ACR: Rheumatologists Feel Need to 'Bend' Ethics for Patients
WEDNESDAY, Oct. 30 (HealthDay News) -- Rheumatologists in the United States often feel that they need to compromise their ethics to obtain tests and treatments for their patients, according to a study presented at the annual meeting of the American College of Rheumatology, held from Oct. 25 to 30 in San Diego.
C. Ronald MacKenzie, M.D., from the Hospital for Special Surgery in New York City, and colleagues sent a survey regarding ethical issues to 5,500 members of the American College of Rheumatology in the United States.
The researchers found that many rheumatologists felt they needed to bend ethical norms and compromise ethical principles to serve their patients. This included embellishing symptoms to obtain prior authorization, downcoding to help their less fortunate patients, stretching the truth to obtain drugs and tests, and making particular incorrect diagnoses to obtain coverage for medications or physical therapy.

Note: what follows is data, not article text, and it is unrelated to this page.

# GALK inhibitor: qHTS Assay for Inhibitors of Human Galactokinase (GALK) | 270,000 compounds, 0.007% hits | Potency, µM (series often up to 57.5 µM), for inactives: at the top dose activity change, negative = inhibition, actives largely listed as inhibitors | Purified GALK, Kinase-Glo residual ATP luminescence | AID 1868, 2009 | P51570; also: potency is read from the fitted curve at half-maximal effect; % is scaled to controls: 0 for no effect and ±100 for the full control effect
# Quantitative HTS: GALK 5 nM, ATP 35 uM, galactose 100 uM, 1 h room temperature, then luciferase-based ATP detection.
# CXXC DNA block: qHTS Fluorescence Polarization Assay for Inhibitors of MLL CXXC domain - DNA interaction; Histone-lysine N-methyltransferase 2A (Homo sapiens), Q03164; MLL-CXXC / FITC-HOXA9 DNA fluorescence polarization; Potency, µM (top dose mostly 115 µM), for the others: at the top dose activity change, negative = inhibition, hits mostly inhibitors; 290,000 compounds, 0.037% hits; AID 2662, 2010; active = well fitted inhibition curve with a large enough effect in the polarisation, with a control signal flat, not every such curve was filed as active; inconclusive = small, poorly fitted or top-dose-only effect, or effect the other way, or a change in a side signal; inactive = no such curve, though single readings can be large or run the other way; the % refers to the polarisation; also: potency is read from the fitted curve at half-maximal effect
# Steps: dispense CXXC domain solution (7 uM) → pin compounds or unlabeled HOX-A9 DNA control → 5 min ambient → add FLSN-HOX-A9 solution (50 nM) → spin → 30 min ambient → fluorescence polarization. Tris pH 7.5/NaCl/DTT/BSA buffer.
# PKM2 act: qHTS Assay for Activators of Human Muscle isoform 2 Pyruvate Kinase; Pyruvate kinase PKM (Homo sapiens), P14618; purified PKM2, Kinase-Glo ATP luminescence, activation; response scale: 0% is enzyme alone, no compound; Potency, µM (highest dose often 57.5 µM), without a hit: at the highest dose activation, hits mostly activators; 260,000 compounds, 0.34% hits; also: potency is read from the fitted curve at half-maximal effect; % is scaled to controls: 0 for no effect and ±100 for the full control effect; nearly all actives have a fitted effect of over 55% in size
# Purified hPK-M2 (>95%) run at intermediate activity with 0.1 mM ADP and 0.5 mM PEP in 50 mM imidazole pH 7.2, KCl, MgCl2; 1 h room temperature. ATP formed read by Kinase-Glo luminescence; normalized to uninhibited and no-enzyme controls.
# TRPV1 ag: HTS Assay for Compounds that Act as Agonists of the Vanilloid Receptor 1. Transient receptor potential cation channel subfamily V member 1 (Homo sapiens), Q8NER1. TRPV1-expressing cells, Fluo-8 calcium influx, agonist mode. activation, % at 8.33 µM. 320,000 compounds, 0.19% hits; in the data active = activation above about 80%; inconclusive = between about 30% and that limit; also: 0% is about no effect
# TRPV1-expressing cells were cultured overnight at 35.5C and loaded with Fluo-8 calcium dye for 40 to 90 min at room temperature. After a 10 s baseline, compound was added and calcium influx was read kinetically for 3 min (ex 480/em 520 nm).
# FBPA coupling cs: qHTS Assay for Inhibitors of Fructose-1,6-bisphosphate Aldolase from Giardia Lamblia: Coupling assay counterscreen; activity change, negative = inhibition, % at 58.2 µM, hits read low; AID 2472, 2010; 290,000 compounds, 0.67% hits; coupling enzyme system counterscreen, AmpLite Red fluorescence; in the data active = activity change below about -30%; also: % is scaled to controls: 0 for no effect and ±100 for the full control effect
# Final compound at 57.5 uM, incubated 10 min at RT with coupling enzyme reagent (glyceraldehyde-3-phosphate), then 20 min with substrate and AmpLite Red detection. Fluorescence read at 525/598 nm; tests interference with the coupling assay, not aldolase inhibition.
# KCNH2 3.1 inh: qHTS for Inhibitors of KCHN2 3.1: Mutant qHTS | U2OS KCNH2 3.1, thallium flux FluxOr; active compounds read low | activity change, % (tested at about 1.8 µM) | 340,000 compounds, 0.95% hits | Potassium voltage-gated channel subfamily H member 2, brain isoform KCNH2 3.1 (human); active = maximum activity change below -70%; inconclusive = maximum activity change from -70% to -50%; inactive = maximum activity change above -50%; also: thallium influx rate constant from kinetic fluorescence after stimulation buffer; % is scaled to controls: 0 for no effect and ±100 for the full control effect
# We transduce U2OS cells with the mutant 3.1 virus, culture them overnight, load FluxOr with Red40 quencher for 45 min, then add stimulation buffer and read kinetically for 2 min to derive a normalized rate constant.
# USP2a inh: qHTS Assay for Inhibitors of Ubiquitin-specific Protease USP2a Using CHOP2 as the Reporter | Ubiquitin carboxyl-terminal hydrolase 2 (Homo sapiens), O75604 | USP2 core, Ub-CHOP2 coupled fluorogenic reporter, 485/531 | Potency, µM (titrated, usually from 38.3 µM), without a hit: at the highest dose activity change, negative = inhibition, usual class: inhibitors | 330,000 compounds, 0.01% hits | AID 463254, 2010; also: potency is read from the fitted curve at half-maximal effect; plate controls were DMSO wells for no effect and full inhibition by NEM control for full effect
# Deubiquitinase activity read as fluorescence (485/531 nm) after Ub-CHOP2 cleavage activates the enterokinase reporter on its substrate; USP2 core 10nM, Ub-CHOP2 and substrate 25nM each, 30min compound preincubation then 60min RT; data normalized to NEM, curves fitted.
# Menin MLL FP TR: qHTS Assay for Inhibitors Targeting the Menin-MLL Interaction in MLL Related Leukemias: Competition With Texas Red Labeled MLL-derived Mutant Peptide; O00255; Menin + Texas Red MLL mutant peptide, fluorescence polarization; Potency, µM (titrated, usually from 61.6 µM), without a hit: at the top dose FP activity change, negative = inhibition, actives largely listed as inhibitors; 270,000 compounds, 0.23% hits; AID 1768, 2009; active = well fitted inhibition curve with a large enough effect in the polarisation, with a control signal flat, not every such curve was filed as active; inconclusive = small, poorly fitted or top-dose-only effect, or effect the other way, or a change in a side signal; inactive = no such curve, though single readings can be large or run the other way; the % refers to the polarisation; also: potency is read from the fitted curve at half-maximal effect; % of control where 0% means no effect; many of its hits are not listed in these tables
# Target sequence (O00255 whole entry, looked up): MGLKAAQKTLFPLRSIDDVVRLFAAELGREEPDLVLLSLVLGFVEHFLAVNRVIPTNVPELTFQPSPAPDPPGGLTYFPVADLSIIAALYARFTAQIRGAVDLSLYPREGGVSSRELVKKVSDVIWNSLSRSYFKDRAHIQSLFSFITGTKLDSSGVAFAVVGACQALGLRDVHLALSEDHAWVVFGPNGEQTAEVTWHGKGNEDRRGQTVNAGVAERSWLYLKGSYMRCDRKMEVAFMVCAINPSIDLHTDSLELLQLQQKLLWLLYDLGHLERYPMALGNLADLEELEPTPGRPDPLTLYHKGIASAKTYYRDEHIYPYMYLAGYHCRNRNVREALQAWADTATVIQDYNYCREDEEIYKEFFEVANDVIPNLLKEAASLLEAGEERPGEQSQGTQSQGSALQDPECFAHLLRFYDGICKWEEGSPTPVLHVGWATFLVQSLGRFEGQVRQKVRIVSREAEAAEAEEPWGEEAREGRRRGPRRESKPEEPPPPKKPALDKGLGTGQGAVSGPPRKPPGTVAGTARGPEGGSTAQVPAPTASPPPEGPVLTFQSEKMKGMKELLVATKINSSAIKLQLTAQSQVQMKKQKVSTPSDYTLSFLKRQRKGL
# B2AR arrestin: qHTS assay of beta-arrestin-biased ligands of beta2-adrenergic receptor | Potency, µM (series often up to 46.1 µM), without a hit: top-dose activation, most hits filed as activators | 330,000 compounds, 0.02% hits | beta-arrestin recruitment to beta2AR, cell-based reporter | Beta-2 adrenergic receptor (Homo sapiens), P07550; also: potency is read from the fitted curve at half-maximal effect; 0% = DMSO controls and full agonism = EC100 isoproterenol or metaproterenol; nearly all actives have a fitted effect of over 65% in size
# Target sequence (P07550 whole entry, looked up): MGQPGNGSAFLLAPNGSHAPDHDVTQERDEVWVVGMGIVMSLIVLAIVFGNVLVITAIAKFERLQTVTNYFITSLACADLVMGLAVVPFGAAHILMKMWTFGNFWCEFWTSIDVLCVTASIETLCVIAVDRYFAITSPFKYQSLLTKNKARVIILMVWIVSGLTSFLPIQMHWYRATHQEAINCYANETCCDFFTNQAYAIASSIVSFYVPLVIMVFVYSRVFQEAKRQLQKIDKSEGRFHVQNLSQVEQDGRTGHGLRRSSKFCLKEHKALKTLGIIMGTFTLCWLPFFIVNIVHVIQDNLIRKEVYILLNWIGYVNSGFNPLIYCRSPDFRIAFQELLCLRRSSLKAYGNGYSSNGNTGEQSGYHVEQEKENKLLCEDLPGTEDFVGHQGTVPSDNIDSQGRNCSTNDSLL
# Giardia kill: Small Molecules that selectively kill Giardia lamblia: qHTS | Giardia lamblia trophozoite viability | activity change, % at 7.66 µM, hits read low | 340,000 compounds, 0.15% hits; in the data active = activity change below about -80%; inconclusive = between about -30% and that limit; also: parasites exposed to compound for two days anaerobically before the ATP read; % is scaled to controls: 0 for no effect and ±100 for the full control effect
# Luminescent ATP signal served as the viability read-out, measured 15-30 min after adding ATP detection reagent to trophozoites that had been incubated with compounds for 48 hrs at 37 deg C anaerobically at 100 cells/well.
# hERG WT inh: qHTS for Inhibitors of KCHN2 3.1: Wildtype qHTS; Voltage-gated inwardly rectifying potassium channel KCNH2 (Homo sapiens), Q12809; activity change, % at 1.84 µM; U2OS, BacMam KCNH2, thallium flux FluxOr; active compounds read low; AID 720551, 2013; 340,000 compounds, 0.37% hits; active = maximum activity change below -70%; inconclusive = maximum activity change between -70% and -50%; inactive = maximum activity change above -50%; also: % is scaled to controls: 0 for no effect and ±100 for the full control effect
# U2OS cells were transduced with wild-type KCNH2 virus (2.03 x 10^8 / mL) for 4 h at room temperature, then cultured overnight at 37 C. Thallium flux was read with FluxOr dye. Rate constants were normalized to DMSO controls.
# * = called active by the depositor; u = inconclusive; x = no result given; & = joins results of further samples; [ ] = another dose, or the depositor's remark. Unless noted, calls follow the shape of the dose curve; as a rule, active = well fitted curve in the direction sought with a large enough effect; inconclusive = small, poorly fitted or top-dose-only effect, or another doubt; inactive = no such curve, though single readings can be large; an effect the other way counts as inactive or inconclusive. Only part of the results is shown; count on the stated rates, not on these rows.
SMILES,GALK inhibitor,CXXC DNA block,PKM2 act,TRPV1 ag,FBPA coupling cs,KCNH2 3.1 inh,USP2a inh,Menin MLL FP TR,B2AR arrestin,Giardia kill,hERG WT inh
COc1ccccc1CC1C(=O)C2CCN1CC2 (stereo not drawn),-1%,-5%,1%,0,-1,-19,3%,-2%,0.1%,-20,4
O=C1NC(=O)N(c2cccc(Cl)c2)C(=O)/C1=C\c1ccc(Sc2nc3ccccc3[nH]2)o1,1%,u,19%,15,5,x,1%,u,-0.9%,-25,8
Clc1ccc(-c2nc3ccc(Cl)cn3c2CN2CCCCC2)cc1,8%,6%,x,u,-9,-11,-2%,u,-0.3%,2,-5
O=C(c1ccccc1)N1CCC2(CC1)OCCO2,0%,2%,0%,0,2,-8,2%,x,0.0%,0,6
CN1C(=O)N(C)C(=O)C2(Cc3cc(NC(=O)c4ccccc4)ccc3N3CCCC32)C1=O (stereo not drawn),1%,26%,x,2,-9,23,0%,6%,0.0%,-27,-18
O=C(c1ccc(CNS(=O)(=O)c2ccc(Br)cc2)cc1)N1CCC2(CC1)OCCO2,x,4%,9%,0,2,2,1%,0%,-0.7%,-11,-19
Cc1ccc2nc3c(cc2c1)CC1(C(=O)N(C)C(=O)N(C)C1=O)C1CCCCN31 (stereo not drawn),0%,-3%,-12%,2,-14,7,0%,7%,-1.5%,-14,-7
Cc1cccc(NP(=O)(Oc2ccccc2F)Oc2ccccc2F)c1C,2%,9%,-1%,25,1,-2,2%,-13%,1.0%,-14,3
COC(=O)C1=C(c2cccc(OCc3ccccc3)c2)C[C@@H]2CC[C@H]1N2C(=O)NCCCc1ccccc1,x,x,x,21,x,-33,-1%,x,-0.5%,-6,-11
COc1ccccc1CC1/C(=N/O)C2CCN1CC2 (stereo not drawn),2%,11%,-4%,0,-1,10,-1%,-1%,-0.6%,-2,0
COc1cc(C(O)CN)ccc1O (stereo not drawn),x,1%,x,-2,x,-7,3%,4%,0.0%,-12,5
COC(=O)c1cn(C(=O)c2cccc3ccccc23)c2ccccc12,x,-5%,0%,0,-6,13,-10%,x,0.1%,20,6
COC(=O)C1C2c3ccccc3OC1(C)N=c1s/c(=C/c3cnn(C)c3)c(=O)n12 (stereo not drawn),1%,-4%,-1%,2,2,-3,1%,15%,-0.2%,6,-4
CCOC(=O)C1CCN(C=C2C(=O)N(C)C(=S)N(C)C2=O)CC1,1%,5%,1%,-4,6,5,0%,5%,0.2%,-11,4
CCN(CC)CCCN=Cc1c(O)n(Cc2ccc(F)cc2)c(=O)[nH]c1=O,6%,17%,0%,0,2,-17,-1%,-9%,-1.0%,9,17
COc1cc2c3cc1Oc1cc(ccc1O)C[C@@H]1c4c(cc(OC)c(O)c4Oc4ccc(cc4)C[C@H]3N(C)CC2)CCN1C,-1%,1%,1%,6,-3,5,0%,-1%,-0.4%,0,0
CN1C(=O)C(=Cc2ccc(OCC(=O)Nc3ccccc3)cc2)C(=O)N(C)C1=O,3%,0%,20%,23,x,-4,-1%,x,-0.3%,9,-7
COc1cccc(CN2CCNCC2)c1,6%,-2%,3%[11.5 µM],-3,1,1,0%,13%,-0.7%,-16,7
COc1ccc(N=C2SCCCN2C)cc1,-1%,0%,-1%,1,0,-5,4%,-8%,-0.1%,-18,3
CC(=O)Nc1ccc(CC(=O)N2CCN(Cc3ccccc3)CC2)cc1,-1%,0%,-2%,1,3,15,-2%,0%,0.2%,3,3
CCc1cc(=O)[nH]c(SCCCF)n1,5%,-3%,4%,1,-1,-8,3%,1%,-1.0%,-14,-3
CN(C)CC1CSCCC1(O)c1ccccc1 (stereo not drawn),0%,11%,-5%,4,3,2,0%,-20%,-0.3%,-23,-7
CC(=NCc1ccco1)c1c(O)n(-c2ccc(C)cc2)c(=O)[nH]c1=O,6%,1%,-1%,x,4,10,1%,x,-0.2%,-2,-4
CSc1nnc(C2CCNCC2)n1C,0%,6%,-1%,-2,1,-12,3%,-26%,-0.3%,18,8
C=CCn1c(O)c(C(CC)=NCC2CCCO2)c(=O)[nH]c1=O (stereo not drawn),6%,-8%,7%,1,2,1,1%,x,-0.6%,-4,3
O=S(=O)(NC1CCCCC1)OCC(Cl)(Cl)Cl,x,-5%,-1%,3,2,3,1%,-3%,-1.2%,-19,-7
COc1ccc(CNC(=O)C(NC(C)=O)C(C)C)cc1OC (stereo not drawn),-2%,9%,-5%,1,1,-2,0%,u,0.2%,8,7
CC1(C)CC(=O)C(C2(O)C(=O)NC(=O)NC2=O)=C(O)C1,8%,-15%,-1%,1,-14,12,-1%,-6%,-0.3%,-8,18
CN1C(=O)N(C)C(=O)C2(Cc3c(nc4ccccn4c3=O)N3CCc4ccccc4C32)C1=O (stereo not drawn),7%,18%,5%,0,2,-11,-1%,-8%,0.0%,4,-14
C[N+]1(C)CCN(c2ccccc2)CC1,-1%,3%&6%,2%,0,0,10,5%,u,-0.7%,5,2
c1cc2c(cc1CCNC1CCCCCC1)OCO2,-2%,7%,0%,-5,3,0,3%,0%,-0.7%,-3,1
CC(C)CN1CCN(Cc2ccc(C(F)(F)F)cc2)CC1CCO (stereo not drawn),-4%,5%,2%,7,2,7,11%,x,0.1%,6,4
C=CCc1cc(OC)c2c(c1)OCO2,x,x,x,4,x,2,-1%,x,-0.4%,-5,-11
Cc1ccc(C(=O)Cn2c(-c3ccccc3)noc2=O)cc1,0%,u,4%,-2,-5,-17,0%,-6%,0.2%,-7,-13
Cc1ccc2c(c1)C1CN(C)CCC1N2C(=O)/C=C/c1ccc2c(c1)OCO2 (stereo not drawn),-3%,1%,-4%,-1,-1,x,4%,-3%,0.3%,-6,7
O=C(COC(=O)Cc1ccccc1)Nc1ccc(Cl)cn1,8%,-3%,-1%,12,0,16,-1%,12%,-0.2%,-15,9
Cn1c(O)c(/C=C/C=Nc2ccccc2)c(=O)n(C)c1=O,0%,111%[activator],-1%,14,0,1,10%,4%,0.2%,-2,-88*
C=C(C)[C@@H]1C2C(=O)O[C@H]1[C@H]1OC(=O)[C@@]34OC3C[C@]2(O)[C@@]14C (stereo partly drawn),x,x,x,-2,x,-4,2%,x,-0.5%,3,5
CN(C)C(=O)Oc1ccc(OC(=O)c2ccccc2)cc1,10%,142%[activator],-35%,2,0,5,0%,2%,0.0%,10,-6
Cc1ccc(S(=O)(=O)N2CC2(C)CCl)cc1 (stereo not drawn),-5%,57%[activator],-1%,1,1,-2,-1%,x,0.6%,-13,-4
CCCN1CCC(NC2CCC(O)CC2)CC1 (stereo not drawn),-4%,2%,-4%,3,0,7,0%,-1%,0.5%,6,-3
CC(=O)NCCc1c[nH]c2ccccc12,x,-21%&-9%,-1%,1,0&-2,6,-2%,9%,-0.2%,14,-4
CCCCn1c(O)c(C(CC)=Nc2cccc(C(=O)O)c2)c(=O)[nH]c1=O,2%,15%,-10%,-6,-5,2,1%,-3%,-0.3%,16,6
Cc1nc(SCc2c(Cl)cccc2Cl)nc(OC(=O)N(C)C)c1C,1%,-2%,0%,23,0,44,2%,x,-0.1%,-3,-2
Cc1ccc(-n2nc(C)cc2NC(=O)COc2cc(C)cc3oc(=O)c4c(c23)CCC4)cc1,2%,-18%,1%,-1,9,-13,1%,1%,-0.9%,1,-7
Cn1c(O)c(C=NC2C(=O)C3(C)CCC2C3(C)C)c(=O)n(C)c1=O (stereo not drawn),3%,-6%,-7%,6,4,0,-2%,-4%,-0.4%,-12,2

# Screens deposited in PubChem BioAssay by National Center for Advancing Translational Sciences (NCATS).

"We found that a pressing ethical issue for many rheumatologists is their perceived need to 'bend' ethical norms and compromise ethical principles in order to provide the care their patients need," MacKenzie said in a statement. "The delivery of medical care takes place in a particular social context, and when this context includes conditions that are unfair, health care practitioners may be forced to struggle with ethical conflicts, making trade-offs that may go unrecognized or are not adequately discussed."
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